FIND OUT MORE 
Born in Haydon Bridge, Northumberland, in July 1789, John Martin was an artist who painted epic subjects on an epic scale; apocalyptic visions that depicted man as insignificant dwarfed as he was by the vastness of nature and helpless before the power and omnipotence of God. 
A deeply religious man himself, who as a child would attend Church up to six times he had the confidence of his faith so despite a humble background and little to fall back on other than his talent aged just 16 he travelled to London determined to make his fortune as an artist. But his talent was immense and early recognised and it wasn’t long before his work was being exhibited and sold. 
The rugged landscape of his home county and the great forges and ironworks of nearby Tyneside were his mind’s eye and lent power to mind’s eye and it was said there was madness in his family. 
 
Such art prospers at times of uncertainty and Britain emerging from the Napoleonic Wars was suffering severe economic depression while also undergoing the painful transition to an industrial society and his art spoke to that time. By the 1820’s he was the most popular painter in the country but that popularity would wax and wane accordingly.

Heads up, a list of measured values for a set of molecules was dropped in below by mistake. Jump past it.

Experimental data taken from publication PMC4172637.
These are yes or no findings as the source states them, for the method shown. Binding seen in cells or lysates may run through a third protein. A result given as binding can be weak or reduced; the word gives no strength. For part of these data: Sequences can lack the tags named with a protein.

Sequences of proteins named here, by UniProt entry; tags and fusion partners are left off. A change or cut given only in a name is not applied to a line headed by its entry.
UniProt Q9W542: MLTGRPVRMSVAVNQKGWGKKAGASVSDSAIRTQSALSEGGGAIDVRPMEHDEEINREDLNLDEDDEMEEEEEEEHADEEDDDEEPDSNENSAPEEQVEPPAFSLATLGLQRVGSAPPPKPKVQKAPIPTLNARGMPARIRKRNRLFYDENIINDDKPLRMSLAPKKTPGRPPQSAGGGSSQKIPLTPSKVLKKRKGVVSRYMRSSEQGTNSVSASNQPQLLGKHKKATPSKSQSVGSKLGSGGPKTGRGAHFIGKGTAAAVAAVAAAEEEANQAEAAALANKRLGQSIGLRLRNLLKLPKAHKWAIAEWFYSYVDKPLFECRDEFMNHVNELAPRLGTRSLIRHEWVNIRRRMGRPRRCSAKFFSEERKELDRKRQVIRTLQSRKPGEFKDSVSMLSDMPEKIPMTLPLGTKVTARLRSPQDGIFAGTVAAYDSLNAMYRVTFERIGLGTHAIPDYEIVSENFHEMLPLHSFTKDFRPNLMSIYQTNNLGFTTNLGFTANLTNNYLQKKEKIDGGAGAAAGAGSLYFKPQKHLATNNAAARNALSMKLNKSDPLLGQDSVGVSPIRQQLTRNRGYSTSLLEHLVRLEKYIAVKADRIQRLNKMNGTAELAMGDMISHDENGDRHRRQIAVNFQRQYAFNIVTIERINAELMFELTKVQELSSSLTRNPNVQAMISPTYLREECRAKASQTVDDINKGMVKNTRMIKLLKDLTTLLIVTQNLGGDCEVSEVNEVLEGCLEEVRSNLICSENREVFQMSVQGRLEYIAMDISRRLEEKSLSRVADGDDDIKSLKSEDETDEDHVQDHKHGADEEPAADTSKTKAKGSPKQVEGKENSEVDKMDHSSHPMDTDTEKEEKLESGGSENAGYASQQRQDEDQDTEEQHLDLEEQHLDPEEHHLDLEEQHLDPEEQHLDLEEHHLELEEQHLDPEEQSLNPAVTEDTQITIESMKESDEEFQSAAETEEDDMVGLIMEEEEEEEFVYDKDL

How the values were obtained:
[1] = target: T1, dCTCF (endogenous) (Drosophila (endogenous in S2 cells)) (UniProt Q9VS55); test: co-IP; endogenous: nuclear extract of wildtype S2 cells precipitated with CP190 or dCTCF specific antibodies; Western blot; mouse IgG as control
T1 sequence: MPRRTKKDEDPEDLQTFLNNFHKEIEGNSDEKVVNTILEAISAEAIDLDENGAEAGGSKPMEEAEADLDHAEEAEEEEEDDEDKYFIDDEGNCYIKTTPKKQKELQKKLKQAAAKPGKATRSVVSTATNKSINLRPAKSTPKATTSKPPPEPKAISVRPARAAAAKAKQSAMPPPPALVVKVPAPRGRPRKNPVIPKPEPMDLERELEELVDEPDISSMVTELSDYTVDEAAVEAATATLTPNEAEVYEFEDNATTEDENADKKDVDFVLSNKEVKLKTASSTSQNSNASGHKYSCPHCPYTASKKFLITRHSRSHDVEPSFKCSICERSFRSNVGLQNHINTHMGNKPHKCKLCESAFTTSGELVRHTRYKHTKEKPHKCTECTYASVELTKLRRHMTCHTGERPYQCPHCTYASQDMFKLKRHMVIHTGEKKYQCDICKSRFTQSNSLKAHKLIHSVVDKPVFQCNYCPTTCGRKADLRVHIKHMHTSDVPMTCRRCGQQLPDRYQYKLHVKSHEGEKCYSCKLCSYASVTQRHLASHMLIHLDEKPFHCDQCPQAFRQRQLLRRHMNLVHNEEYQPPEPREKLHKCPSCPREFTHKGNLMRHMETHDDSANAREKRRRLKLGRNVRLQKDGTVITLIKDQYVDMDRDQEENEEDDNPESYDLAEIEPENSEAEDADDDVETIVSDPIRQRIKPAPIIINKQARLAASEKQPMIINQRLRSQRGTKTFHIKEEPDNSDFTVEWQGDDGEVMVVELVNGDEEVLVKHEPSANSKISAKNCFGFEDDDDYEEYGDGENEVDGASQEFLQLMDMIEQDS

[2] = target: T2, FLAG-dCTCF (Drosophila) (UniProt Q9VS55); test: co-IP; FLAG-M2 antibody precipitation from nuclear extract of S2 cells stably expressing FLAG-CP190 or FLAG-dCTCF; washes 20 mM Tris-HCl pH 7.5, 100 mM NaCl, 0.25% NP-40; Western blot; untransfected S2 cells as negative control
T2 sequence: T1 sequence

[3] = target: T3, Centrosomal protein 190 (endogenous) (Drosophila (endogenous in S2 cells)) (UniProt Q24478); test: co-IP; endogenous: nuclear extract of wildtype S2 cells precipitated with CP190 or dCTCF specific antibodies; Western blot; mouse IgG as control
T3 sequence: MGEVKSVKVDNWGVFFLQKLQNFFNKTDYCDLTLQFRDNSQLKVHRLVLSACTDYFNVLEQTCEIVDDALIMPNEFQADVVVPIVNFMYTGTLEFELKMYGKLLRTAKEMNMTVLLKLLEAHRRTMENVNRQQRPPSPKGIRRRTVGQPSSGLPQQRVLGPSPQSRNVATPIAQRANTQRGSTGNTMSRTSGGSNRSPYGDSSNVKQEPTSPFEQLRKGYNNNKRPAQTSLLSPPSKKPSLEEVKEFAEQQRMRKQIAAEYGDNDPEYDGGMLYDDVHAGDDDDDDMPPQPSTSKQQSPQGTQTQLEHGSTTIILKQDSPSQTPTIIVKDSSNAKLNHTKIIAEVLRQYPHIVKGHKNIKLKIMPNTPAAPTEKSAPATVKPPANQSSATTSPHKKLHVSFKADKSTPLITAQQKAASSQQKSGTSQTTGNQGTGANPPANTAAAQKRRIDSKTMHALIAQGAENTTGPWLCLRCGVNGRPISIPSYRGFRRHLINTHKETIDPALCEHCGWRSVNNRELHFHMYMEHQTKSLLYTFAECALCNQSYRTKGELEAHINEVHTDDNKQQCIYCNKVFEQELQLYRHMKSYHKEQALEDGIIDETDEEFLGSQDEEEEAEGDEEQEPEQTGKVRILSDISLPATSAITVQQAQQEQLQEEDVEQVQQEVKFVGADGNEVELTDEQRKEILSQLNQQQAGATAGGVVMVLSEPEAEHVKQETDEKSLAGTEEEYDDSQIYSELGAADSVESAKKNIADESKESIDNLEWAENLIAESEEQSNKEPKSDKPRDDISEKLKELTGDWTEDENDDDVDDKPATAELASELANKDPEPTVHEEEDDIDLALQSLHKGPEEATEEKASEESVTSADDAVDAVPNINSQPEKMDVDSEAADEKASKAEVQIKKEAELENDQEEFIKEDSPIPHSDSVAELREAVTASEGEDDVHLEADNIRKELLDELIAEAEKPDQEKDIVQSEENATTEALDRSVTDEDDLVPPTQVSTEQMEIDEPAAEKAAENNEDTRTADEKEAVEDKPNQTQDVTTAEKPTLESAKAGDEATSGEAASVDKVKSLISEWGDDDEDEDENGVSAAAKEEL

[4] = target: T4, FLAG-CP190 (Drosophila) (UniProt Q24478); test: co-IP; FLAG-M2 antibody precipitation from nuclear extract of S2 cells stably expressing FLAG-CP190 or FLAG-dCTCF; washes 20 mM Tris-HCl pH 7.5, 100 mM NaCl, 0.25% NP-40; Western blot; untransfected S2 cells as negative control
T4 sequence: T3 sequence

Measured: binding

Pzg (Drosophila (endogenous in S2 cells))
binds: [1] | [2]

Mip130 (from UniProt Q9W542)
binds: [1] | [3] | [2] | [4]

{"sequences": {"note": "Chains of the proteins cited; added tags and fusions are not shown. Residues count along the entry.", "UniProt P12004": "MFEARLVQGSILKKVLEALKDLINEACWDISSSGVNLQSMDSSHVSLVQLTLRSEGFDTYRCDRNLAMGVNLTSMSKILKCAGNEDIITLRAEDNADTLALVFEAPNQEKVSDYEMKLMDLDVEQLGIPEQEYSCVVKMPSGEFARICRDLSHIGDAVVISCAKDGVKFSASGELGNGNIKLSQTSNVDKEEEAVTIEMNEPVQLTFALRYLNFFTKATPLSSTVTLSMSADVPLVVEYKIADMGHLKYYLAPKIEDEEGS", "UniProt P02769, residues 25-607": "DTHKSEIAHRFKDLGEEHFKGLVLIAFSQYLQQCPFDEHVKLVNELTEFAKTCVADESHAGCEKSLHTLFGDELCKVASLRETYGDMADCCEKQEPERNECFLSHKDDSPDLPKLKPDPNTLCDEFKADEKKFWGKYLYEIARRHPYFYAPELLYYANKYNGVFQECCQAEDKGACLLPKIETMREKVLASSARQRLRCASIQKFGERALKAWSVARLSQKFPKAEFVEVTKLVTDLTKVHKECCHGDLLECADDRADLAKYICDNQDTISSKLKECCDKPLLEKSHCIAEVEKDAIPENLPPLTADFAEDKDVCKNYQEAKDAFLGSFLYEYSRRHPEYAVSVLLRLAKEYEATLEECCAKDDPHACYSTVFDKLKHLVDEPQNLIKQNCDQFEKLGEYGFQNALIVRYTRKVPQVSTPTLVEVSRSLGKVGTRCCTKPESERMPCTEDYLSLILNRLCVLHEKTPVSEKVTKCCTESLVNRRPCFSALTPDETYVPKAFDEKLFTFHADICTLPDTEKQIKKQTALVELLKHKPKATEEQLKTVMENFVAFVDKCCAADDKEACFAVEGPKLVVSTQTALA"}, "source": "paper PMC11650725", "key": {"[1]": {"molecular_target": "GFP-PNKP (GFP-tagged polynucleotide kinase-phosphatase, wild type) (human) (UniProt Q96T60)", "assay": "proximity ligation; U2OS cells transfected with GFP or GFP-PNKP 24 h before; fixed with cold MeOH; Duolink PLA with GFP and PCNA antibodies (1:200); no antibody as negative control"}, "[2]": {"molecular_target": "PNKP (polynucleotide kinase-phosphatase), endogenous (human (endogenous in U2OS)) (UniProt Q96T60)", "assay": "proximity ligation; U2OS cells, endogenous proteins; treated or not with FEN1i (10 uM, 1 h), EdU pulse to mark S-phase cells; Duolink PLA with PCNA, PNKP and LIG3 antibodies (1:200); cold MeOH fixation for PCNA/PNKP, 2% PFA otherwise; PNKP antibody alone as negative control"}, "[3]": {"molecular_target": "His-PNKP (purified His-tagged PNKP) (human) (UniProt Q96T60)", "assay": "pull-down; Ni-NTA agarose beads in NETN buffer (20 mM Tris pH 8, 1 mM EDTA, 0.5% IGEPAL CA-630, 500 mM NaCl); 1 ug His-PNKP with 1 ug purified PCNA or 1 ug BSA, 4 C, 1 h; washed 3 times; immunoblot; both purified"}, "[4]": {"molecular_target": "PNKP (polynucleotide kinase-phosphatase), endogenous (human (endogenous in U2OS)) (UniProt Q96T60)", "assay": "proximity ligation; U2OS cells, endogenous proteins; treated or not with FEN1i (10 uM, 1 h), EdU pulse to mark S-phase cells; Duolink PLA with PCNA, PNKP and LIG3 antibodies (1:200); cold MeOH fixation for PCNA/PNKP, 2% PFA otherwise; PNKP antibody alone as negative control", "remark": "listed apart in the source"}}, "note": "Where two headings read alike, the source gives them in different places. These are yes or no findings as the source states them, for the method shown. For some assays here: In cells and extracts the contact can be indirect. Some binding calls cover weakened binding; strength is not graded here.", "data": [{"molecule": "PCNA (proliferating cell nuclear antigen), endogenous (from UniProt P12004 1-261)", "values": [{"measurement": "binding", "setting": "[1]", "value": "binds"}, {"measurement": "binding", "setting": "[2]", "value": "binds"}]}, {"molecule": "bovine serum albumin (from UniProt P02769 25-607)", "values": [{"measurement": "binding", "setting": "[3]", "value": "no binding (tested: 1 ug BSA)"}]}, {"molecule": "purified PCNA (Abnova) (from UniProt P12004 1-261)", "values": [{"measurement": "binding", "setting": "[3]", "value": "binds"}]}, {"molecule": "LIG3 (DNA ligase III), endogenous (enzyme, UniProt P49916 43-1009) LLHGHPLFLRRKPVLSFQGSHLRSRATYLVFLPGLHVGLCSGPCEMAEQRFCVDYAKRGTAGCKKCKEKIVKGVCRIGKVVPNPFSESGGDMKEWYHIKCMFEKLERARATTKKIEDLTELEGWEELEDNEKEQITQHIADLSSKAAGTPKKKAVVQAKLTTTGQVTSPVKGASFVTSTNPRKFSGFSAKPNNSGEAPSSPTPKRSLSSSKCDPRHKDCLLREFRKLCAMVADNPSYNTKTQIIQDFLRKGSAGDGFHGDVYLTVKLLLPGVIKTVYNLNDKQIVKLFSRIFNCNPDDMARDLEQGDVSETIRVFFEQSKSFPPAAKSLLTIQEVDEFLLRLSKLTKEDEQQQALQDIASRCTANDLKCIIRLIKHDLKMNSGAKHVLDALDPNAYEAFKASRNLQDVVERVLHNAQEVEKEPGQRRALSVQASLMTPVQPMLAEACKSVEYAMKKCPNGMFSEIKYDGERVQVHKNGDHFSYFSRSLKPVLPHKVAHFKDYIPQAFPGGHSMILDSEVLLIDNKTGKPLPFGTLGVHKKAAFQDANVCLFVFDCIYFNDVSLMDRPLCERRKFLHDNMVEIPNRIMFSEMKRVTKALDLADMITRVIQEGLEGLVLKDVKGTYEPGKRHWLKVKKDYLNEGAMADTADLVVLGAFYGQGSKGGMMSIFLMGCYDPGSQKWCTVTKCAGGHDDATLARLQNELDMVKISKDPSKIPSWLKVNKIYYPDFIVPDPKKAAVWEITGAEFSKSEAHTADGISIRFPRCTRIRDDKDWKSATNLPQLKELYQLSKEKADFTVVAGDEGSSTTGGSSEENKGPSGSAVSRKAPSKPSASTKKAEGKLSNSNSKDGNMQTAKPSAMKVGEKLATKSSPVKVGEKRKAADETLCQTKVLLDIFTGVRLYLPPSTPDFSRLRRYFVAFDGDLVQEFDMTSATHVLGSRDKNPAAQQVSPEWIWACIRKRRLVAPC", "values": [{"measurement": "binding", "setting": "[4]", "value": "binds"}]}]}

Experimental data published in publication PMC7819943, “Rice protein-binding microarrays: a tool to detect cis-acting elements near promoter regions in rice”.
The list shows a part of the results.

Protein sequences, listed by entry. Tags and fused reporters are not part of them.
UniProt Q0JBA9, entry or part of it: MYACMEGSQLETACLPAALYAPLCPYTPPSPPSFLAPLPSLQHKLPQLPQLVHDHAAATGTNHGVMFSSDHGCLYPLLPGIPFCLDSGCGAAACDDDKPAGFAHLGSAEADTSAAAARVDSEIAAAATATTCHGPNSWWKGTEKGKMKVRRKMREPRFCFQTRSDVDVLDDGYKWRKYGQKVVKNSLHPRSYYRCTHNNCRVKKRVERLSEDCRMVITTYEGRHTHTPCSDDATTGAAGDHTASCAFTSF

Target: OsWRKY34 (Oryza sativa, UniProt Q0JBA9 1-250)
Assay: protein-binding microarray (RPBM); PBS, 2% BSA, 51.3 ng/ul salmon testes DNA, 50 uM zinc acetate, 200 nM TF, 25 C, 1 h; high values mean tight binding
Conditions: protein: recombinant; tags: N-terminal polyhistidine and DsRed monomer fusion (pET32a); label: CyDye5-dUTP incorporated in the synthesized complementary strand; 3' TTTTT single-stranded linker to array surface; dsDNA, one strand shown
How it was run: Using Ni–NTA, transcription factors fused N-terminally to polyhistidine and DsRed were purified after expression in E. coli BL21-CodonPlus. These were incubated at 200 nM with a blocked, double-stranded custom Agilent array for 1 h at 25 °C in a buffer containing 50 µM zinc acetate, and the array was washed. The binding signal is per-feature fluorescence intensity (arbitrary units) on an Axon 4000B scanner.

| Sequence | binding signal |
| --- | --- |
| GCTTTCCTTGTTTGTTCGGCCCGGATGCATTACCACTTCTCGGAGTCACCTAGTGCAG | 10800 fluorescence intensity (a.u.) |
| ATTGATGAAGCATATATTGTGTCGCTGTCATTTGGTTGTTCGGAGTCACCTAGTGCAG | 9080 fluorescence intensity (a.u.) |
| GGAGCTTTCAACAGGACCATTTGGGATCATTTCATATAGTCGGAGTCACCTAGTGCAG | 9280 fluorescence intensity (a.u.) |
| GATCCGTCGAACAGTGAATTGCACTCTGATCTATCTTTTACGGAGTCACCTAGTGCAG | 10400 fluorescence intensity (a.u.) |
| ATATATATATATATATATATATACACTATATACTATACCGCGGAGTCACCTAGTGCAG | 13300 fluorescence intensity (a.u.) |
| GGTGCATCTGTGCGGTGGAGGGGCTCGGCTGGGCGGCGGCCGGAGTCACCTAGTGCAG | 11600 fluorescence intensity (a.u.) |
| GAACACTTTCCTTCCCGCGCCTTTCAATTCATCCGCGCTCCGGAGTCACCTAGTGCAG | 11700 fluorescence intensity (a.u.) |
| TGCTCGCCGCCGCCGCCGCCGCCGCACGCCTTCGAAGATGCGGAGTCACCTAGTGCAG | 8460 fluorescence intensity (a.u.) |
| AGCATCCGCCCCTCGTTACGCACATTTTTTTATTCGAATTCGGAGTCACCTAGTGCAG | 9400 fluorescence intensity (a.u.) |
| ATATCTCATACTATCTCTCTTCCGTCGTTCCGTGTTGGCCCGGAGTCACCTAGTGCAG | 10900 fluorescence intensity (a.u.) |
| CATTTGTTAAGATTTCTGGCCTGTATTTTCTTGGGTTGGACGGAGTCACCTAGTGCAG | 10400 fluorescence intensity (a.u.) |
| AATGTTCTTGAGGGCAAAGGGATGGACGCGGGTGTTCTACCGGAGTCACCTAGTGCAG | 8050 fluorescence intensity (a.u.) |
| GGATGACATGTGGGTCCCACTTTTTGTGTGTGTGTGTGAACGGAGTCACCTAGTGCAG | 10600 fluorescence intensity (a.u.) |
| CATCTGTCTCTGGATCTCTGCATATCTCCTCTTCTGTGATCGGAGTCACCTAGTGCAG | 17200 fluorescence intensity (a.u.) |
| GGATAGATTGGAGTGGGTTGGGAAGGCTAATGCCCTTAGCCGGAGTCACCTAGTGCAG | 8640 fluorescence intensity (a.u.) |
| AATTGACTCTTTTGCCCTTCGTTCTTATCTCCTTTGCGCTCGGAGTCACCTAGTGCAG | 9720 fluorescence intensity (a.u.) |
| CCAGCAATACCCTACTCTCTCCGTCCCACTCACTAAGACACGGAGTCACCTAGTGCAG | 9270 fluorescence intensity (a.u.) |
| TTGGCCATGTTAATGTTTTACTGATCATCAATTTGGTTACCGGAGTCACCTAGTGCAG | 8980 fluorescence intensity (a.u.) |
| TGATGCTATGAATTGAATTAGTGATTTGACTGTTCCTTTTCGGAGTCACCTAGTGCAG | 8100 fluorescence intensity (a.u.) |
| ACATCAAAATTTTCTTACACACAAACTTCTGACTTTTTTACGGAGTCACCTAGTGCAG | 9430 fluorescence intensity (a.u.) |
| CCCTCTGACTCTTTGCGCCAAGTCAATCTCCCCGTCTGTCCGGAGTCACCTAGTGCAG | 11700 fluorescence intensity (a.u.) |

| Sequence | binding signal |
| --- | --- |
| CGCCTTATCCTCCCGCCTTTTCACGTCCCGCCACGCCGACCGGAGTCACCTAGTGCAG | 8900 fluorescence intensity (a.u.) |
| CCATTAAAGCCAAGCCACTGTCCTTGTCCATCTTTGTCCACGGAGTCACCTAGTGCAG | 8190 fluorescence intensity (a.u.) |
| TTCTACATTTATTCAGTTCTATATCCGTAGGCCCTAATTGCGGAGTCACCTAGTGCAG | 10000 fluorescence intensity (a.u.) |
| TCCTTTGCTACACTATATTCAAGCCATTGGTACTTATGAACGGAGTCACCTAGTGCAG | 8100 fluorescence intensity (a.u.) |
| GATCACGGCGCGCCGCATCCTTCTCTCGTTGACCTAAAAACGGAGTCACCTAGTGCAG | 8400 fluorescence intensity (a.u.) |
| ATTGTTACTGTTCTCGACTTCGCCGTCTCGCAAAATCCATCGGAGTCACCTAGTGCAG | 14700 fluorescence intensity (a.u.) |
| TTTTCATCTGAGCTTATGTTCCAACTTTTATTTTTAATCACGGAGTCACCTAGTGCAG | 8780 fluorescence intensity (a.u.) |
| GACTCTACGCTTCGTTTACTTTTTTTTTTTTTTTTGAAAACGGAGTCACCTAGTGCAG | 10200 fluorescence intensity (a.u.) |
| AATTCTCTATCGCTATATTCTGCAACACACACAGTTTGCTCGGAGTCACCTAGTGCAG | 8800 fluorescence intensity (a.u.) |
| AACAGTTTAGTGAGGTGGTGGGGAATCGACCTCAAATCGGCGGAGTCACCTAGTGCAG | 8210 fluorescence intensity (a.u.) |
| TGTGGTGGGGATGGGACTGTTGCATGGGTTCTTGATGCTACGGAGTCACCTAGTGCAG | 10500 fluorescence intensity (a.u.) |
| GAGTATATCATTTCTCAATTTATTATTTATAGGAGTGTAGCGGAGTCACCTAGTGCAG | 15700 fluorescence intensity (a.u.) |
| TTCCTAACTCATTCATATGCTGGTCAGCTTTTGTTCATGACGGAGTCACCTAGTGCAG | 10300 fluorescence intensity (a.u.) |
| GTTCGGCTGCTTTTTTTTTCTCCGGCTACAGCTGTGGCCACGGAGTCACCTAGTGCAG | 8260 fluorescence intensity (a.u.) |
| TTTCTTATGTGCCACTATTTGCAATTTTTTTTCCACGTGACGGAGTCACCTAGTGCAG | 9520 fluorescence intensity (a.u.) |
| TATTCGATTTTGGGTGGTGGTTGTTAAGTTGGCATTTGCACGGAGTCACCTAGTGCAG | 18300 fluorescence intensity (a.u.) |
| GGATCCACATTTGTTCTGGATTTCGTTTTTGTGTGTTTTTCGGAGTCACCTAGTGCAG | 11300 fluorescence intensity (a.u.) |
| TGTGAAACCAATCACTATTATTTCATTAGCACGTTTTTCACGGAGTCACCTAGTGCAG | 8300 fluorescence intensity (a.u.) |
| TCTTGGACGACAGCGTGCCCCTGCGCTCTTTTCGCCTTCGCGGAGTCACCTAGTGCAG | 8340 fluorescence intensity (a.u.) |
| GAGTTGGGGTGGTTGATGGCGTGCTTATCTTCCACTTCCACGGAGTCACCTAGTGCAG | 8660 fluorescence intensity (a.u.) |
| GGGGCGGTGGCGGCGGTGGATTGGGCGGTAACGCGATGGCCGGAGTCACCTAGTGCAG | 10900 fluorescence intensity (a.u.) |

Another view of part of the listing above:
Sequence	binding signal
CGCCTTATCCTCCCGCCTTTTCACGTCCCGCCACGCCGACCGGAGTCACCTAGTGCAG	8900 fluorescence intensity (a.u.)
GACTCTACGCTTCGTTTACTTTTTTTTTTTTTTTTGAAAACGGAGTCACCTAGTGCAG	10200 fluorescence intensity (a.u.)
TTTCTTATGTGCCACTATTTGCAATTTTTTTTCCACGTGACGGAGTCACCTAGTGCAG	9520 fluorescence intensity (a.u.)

Martin was to have many prominent patrons during his life and was for a time Court Painter to Prince Leopold of Saxe-Coburg and among his admirers were Queen Victoria, Charles Dickens, JMW Turner and many others artists. As a result, he was to go from the one bedroom cottage of his birth to become a very wealthy man indeed. 
 
But he was also subject to a great deal of criticism especially from John Ruskin who lambasted him for his bombast and absurd theatricality. Following his death on 17 February 1854 he very quickly went out of fashion, his paintings were no longer exhibited he became largely forgotten. Indeed, for many years his work was condemned to the cellars of museums, the corner of junk shops, and could be bought for a pittance. 
 
In recent decades his work has been revisited, reassessed, reviewed positively and exhibited once more – the day of the bargain purchase has passed. 
Tagged as: Art
Share this post:

Leave a comment: 

Our site uses cookies. For more information, see our cookie policy. Accept cookies and close
Reject cookies Manage settings